New research out of MIT demonstrates that 1-year-olds are capable of complex reasoning. This work, by the team of Josh Tenenbaum, a cognitive scientist MIT, demonstrates that babies have a complex physical model of the world.
LiveScience reports on the finding:
Babies are sophisticated mini-statisticians, a new study finds, capable of making judgments about the probability of an event they’ve never seen before.
Using a computer model, researchers were able to accurately predict what a baby would know about a particular event if given certain information… The study also demonstrates just how savvy baby brains are, Tenenbaum told LiveScience.
“The deeper thing that this shows is that infants’ knowledge of objects is not a gut feeling,” he said. “They’re actually doing some kind of rational, probabilistic reasoning.”
Years of research have shown that young babies grasp all sorts of information, from the fact that physical objects can’t blink in and out of existence to how social hierarchies work. One 2009 study even found that 6-month-olds can tell the difference between a friendly and an angry dog.
The researchers set up a number of tricky videos for their 1-year-old subjects to watch. In the videos, a set of objects bounced around an enclosure with one exit. A blue barrier would then appear on the screen, covering the enclosure. Next, one of the objects floated out of the enclosure through the exit, appearing onscreen just before the barrier faded away to reveal the objects left behind. [See a video of the experiments]The likelihood of any given object exiting depends on many factors: How many of each type of objects there are, how long the scene was covered up, how the objects are moving and where they were the last time the baby saw them. For example, in a scene in which a circle is hovering near the exit when the barrier covers the enclosure for a split-second, you’d expect the circle to pop out. In a scene where the barrier goes down for two seconds, the location of that circle might not matter as much, because other shapes could have moved closer to the exit in that time. To guess what is going to happen, infants have to pull together all the information.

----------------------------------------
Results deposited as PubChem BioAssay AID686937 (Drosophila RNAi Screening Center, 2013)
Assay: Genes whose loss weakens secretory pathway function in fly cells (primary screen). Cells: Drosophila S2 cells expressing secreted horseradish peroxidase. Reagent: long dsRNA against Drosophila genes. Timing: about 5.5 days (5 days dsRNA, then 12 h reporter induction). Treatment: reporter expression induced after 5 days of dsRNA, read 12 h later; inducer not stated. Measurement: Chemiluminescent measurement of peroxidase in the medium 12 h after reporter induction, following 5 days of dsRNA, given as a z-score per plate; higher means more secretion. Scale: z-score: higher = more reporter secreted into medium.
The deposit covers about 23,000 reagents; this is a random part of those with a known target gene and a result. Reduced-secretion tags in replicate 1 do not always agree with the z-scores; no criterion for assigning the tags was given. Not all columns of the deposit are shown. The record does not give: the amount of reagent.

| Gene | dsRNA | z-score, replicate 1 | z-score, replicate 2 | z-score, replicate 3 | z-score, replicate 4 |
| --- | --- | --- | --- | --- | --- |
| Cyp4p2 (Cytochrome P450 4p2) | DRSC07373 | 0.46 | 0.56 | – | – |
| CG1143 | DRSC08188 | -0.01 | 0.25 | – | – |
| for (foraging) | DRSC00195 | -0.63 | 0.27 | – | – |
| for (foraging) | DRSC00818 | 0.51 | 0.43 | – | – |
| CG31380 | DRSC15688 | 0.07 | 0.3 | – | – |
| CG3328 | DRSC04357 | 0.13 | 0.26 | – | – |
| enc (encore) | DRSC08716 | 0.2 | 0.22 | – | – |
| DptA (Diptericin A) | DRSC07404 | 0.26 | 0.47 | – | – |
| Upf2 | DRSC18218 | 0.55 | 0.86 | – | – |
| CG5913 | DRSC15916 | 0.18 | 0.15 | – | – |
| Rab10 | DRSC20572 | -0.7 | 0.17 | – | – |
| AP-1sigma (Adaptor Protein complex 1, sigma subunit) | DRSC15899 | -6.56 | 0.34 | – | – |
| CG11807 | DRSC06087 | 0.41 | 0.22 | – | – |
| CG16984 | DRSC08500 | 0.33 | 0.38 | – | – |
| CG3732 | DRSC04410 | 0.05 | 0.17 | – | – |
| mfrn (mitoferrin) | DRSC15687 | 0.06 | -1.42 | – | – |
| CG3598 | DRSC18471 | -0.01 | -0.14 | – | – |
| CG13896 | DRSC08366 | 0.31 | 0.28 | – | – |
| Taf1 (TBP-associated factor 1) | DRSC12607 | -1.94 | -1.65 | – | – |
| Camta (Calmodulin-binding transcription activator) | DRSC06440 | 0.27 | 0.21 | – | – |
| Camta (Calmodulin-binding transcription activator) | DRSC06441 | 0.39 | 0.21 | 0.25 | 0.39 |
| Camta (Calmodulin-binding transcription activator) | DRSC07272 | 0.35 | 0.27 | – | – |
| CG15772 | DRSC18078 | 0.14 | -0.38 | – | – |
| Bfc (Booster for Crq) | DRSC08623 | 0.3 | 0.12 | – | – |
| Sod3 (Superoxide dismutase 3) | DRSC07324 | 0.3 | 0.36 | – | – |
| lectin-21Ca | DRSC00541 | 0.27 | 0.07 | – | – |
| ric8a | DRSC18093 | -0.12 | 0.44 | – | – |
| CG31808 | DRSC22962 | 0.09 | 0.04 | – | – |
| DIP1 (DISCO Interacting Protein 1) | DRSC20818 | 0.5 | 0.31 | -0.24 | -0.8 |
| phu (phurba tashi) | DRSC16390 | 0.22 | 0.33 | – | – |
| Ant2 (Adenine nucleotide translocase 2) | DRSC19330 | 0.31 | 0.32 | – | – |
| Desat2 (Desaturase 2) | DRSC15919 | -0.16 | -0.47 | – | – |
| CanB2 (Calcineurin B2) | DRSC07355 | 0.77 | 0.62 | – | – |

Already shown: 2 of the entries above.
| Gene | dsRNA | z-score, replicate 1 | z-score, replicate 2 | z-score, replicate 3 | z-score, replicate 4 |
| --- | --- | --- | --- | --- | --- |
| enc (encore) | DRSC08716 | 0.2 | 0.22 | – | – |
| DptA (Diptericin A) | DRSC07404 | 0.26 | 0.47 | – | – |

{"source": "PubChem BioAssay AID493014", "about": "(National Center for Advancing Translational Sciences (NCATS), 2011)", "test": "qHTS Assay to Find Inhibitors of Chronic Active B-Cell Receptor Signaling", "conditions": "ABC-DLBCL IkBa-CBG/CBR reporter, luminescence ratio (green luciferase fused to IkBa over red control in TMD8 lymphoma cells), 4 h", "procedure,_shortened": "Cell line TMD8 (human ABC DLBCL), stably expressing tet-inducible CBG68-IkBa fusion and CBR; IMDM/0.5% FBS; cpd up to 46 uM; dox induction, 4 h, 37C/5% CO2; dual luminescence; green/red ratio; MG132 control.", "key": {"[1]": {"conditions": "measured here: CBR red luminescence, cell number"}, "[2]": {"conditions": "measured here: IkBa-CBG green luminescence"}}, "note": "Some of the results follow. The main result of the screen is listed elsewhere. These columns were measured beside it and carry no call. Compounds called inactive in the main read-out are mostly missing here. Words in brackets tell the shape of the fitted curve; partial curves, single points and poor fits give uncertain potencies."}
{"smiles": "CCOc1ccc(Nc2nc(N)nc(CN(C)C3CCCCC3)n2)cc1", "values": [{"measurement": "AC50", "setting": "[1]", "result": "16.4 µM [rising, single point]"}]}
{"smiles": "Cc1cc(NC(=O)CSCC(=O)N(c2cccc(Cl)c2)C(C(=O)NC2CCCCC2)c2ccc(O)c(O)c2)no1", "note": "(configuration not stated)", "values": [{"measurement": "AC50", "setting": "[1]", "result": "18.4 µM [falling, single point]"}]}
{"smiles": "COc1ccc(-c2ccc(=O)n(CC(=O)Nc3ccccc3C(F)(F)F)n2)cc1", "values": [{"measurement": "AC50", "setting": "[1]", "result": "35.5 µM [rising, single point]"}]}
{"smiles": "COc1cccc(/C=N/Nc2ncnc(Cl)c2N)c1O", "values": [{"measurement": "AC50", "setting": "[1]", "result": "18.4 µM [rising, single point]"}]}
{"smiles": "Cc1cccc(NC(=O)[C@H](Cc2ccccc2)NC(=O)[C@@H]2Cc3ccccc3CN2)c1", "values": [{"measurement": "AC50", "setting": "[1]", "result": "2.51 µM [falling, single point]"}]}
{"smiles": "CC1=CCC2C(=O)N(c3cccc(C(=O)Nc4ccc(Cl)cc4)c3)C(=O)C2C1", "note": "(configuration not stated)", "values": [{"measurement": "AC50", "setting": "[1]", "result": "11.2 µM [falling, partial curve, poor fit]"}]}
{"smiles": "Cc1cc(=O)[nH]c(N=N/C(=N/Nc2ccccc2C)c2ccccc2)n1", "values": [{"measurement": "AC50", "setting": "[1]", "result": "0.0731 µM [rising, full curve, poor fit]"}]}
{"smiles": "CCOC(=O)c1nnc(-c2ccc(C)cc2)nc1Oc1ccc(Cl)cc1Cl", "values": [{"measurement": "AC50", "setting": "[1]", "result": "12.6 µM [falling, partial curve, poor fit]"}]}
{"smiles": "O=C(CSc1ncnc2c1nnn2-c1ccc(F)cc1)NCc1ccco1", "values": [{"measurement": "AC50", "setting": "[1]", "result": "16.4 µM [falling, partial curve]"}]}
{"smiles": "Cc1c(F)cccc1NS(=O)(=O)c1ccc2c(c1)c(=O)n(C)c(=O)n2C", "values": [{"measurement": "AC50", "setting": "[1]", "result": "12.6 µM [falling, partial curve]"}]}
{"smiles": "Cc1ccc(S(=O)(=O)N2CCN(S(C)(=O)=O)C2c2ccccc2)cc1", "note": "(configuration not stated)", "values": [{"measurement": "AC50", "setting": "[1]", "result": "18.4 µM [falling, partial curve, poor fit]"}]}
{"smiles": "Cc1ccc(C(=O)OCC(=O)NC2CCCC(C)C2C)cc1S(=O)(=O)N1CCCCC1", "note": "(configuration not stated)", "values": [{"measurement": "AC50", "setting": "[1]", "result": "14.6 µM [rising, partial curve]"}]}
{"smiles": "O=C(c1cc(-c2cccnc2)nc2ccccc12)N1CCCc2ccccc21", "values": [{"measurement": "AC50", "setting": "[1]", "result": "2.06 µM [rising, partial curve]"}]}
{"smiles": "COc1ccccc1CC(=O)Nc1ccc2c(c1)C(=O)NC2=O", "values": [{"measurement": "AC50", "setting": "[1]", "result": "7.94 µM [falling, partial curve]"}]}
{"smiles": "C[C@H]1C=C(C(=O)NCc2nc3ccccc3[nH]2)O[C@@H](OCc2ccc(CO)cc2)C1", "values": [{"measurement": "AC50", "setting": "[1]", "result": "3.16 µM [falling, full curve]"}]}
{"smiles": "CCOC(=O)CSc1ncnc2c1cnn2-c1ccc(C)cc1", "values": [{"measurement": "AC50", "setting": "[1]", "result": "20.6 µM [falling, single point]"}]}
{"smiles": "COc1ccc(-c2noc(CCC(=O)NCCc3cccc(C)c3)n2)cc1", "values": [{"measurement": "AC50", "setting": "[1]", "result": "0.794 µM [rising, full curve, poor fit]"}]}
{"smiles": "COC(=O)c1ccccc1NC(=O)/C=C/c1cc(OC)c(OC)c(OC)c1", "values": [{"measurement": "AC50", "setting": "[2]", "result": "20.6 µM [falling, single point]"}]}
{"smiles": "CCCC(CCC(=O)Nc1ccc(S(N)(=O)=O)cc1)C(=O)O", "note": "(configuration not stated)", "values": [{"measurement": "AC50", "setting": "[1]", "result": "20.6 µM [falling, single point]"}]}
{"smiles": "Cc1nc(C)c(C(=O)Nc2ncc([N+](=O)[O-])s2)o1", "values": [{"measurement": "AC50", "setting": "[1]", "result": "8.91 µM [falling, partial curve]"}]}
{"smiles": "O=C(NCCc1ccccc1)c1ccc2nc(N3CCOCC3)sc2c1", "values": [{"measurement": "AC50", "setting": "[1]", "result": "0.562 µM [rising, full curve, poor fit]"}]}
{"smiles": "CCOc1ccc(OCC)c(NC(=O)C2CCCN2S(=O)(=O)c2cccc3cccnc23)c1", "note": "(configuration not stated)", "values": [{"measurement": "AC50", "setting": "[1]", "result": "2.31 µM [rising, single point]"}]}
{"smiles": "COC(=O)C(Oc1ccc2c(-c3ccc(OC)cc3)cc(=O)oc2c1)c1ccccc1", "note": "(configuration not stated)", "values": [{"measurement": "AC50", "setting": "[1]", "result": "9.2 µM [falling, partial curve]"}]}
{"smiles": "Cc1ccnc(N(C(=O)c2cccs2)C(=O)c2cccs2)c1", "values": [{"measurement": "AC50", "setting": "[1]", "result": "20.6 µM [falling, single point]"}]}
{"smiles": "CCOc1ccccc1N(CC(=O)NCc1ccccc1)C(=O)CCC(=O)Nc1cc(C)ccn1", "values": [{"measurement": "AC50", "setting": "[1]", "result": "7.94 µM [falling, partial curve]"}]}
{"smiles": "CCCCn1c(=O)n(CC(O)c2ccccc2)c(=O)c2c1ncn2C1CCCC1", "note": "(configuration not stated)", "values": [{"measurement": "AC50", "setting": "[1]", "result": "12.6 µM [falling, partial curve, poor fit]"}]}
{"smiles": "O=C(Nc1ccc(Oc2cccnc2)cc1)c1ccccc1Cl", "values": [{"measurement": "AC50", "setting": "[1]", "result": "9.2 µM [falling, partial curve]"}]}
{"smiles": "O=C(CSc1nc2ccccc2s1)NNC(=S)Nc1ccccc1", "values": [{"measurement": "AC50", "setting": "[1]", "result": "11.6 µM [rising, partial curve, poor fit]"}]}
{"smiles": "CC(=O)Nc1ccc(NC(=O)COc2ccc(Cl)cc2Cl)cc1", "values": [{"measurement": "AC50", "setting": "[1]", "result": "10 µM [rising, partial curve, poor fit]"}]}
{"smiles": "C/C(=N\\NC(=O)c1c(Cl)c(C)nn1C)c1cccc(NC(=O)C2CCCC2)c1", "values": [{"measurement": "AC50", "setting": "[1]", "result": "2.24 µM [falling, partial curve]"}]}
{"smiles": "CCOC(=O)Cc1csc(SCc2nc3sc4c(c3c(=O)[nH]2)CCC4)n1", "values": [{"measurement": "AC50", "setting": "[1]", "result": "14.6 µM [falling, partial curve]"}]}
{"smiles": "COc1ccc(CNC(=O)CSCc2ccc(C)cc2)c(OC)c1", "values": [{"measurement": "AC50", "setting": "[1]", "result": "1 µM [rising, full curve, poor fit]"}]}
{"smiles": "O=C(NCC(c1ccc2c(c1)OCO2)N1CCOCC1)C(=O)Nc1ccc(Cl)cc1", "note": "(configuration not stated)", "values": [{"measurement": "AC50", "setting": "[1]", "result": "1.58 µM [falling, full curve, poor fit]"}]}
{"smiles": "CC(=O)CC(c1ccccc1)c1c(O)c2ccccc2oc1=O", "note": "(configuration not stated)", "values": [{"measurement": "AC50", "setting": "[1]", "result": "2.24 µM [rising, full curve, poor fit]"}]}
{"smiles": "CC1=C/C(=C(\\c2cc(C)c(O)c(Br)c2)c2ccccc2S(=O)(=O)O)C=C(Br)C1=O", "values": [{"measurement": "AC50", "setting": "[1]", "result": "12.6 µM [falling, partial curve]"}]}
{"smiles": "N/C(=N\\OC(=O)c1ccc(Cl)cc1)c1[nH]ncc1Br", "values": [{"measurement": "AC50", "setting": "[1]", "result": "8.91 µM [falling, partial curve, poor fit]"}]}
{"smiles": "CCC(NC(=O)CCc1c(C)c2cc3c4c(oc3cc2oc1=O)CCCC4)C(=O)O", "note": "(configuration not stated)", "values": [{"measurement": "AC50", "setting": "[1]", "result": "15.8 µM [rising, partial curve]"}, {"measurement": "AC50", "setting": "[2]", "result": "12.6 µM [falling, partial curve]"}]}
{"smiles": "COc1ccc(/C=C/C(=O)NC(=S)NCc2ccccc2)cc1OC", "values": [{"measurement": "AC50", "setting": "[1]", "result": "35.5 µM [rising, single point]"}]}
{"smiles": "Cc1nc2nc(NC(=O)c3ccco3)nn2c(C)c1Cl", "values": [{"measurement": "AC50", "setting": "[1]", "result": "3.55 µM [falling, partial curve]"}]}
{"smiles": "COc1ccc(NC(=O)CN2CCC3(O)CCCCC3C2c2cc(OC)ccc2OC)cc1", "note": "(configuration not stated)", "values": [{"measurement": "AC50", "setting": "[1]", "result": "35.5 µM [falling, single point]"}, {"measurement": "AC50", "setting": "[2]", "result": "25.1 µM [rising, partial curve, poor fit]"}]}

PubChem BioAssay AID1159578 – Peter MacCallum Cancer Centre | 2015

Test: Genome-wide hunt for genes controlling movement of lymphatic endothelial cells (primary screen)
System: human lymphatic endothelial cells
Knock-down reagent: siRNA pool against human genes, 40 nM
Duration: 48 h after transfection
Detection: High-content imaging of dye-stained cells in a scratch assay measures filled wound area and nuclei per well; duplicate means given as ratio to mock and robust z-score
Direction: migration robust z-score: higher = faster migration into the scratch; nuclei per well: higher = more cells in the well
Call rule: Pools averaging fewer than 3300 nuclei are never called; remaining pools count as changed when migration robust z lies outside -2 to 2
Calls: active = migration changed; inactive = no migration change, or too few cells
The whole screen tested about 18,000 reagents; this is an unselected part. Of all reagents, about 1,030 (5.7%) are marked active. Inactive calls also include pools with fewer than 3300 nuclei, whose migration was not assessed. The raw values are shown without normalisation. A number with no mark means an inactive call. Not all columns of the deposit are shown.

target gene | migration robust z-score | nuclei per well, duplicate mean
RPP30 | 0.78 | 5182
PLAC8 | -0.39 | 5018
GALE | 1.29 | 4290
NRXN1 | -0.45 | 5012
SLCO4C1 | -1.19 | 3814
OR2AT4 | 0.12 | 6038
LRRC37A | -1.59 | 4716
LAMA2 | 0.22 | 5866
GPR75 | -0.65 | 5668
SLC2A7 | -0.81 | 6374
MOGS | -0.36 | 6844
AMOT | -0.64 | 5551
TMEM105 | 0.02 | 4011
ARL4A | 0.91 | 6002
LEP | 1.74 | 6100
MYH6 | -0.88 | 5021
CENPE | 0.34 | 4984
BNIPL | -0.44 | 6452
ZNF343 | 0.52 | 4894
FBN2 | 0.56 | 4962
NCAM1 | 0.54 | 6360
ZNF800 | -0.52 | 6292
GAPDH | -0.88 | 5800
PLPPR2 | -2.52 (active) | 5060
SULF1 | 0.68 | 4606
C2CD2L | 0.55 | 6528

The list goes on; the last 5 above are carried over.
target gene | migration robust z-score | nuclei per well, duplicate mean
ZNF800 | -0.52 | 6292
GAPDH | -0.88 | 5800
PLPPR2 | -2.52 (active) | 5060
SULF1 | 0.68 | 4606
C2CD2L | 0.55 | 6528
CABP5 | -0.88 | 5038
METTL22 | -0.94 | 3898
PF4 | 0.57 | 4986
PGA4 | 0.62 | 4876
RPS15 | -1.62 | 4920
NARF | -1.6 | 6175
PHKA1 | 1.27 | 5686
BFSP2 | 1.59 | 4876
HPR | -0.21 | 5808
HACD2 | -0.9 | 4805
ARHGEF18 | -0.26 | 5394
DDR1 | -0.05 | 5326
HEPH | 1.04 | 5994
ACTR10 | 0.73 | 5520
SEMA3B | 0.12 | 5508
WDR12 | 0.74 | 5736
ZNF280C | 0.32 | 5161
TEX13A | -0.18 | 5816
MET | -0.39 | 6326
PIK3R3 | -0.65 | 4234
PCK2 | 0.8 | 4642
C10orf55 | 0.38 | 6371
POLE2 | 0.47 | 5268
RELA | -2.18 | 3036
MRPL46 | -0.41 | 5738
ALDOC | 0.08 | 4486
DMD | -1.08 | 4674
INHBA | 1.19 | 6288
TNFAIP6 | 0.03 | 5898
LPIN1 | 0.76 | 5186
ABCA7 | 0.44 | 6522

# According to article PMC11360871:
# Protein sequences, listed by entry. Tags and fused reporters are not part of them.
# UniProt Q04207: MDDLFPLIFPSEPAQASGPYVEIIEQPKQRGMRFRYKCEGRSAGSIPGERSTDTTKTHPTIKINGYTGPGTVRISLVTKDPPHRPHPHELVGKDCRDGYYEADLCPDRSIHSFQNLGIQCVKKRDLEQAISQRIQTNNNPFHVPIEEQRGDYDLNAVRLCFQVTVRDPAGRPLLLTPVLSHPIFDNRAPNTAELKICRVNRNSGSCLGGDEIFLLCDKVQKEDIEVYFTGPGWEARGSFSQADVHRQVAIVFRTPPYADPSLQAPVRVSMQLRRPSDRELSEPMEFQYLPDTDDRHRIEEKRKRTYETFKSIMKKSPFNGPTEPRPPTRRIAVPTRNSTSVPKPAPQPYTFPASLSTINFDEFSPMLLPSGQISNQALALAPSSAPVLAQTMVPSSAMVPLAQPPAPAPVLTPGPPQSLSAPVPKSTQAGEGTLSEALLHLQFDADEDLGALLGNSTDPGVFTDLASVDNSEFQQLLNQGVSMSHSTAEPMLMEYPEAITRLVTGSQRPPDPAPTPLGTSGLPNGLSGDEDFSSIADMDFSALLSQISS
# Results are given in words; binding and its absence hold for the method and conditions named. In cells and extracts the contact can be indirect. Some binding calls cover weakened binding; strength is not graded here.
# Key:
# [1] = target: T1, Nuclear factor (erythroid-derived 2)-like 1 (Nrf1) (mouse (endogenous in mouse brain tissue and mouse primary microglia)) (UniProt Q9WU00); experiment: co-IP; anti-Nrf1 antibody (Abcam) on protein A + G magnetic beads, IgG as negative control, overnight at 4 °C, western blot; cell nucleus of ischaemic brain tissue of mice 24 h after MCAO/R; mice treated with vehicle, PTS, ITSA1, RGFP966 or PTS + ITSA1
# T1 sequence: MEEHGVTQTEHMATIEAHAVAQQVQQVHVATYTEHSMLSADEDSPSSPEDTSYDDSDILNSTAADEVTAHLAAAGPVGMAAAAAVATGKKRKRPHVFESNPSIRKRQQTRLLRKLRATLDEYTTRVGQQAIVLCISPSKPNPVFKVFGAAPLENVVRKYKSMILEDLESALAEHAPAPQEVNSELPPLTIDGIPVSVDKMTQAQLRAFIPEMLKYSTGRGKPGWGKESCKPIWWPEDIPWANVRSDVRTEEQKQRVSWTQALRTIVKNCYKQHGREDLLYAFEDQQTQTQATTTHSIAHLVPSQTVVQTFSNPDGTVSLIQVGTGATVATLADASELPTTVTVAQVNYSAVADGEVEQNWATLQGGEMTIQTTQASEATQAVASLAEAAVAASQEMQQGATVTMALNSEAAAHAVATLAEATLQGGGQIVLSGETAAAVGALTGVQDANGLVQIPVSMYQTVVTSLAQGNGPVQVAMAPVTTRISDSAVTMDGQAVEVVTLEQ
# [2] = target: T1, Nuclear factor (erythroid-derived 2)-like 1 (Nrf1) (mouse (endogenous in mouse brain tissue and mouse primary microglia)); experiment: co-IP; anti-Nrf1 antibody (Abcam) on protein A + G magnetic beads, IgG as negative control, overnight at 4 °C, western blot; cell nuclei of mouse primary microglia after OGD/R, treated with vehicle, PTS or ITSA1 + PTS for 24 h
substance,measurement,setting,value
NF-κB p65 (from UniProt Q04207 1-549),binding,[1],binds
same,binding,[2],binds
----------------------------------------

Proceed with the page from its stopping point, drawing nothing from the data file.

Turns out, babies have this one in the bag. Their performance on the task matched that of the computer model given the same information. The implication, Tenenbaum said, is that reasoning skills blossom early.
“Even young infants’ brains, before they’re able to walk and talk, they are building coherent, rational models about what is happening out there in the world,” Tenenbaum said, adding, “We actually think that at 12 months, they know more than this model does.”
The article goes into considerable more detail, so check it out.
What you can do.
Most importantly, don’t underestimate your 1-year-old’s awareness of what is going on. They already have a complex model of how the world works, so challenge them.